Adults consistently take an equity-focused approach to support skills and mindsets, actively working not to weaponize the process as a means of enforcing only White, patriarchal, or other dominant-group norms for behavior. They regularly revisit how to best provide support while honoring different strategies for skills (e.g., expressing emotions, solving conflicts, and managing time), which may vary according to the diverse cultures and perspectives of the school community. Students have enough support to do their best and have the independence to grow, make mistakes and learn.

Modeling and Metacognition

Adults show up as consistent models of the holistic skills and mindsets students are developing while reflecting on the cultural contexts in which they learned these skills. Adults make these skills visible by sharing their thinking and narrating how they use skills and strategies. Because of this, students experience consistent, though not uniform, examples of ways to demonstrate skills across cultures and contexts, all of which are valued at school.

It is common to see all students describing their approach to academic, social, and personal projects and problems. They have shared language to describe their thinking and make the use of skills visible to others. Adults help them to integrate experiences to grow, and there is meaningful feedback on the development of skills over time.

Adult Reflection and Capacity Building

Adults collaboratively work to recognize their own use of holistic skills and mindsets. When students have lagging skills, adults respond with curiosity about how to meet their needs and matched supports. They acknowledge triggers that may cause them to struggle with their emotional constancy and growth mindset and see challenges as opportunities to develop their skills. For example, if they notice that they are getting frustrated with a student’s behavior and responding accordingly, they reflect on what beliefs they hold about the student and refine their approach. All adults recognize that holistic skill development requires emotional safety and belonging and strive to create such supportive environments.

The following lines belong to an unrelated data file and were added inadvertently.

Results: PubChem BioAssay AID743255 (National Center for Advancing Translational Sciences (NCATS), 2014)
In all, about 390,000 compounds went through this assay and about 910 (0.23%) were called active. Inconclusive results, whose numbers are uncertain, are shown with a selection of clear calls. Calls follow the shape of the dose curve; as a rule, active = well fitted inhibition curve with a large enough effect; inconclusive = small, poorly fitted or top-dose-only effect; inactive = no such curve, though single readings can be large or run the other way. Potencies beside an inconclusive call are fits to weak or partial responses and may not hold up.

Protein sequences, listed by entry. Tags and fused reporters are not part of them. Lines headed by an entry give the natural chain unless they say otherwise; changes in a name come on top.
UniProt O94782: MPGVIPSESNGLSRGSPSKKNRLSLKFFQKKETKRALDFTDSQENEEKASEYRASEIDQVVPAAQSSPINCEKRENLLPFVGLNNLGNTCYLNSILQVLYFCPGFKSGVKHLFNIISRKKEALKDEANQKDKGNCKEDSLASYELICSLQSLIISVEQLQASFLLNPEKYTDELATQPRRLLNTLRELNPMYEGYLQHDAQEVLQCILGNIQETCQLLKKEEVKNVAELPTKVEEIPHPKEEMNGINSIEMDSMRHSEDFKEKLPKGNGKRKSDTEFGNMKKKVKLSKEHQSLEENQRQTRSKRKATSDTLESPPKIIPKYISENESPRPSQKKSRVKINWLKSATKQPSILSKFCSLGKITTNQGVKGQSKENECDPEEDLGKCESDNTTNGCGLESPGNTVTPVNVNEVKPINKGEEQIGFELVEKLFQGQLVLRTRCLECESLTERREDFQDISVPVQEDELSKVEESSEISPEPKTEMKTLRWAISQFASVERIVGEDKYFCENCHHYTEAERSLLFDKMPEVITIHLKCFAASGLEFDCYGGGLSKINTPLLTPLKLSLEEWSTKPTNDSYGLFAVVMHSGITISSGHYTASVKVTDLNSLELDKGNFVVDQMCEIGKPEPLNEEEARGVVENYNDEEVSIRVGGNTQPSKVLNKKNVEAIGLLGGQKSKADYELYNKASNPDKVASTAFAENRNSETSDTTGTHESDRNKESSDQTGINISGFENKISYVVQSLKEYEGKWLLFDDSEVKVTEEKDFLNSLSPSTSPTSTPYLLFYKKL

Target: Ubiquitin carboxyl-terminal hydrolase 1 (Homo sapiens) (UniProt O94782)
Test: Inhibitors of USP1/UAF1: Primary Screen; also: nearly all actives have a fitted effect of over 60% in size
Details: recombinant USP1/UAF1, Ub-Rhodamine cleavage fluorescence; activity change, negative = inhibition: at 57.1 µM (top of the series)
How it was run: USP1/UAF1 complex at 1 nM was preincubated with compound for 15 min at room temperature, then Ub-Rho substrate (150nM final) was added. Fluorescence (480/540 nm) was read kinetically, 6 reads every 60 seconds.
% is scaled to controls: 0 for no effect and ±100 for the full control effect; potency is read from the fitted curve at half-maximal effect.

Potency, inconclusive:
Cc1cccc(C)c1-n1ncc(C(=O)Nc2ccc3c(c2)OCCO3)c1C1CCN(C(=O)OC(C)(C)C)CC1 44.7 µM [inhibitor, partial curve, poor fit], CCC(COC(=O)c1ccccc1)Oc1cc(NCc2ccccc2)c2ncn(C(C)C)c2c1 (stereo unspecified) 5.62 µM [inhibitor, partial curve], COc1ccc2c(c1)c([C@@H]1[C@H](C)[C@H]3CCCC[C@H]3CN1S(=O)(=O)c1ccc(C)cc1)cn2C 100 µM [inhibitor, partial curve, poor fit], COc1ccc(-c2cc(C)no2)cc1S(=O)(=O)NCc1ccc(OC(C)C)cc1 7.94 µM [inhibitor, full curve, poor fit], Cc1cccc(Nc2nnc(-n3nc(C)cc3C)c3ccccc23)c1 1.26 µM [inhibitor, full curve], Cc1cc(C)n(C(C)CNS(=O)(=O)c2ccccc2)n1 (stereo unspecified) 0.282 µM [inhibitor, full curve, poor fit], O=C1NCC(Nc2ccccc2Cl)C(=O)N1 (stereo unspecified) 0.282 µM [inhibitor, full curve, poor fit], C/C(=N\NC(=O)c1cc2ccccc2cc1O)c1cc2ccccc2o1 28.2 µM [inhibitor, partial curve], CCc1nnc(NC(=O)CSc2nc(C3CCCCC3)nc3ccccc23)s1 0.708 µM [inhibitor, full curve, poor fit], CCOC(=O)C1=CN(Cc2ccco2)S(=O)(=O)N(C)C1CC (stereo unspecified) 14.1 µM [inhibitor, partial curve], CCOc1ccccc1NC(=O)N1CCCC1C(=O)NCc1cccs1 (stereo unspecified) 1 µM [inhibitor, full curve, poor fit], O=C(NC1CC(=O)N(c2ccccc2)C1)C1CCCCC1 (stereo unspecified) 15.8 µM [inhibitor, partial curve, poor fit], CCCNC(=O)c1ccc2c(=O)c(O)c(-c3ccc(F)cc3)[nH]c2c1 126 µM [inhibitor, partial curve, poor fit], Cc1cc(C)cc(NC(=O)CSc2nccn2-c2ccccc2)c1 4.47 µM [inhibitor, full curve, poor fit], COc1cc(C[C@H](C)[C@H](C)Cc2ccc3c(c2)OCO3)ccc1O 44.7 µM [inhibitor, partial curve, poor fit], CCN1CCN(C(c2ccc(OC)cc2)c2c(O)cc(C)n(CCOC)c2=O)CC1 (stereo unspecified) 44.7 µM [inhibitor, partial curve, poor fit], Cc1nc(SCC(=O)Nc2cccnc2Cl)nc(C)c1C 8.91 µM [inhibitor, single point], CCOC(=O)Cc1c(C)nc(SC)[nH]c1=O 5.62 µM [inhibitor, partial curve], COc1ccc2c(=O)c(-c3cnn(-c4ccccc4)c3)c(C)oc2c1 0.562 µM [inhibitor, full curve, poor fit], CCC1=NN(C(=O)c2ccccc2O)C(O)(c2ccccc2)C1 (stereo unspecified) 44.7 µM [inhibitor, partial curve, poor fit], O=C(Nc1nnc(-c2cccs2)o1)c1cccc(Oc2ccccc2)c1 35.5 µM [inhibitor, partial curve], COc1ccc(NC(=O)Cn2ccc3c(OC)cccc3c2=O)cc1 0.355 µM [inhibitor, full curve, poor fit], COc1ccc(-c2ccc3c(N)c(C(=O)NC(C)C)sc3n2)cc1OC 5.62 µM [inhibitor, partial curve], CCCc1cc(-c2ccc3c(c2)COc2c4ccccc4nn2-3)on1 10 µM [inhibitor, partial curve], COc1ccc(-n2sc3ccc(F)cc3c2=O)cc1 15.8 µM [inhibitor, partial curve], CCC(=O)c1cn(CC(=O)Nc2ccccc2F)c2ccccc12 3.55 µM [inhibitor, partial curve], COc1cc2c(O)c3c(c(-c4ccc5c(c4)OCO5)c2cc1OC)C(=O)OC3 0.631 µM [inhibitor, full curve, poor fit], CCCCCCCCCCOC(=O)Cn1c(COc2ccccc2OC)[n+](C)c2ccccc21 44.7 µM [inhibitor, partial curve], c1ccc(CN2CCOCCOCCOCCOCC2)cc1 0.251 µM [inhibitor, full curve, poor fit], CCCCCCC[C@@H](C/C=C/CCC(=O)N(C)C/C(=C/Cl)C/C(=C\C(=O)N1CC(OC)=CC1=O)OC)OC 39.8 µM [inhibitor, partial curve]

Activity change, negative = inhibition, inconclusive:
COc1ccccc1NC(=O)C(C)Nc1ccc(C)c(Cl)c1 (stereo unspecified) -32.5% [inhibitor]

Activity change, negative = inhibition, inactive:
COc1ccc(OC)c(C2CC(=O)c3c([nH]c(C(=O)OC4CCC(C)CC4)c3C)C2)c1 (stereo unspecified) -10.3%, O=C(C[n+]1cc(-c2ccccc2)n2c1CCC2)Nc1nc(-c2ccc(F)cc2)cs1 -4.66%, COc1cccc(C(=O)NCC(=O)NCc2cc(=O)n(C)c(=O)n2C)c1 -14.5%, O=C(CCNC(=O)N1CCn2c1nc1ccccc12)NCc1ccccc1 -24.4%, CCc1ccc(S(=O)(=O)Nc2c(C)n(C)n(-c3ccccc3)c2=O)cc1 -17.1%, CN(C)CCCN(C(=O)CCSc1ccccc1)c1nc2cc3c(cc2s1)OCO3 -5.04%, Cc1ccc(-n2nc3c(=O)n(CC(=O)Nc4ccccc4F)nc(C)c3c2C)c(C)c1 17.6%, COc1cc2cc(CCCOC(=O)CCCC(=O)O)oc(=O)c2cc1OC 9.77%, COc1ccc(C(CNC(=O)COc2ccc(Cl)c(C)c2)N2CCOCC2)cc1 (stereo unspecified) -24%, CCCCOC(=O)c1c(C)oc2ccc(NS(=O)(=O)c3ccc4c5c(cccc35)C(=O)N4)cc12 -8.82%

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REFLECT AND REDESIGN

Explore the following resources to apply the concept of Supporting Student Agency
to your work

Developing Executive Function with Priority Lists

How does the educator in this video integrate supports for skill development with “academic” work?

This video shows students developing the foundational skill of executive functions. How might this also build higher-level skills like self-direction and agency?

What are the students getting from their experience in this classroom? Consider the relationships among peers and between the teacher and students, the level of safety and belonging in the environment, and how skills and mindsets are supported.

[Video credit: Edutopia]

Adult Skills Self-Assessments

REFLECTION TOOL

When adults develop self-awareness of how they use holistic skills and mindsets, including their strengths and weaknesses, they are better able to teach and support these skills.

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Scenario Analysis

REFLECTION TOOL

Opportunities to support holistic skills and mindsets show up authentically all the time across the school day. Use the resources to analyze how skills and mindsets supports can be integrated.

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Integrated Skills Planner

REDESIGN TOOL

The science of learning and development tells us that students need opportunities to learn and practice skills, in authentic contexts, while they are calm and relaxed. Use this tool to plan for integrated skill development.

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Co-Regulation Planner: Executive Functions to Self-Direction

REDESIGN TOOL

These tools support a co-regulatory approach to a student’s skill development. Included are sample strategies for supporting executive functions, providing the foundation for self-direction and agency.

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Support Student Strategies: Stress Management to Resilience

REDESIGN TOOL

These tools guide an asset-oriented approach to developing a repertoire of shared skill development strategies with students. Included are examples for supporting stress management and in turn, resilience.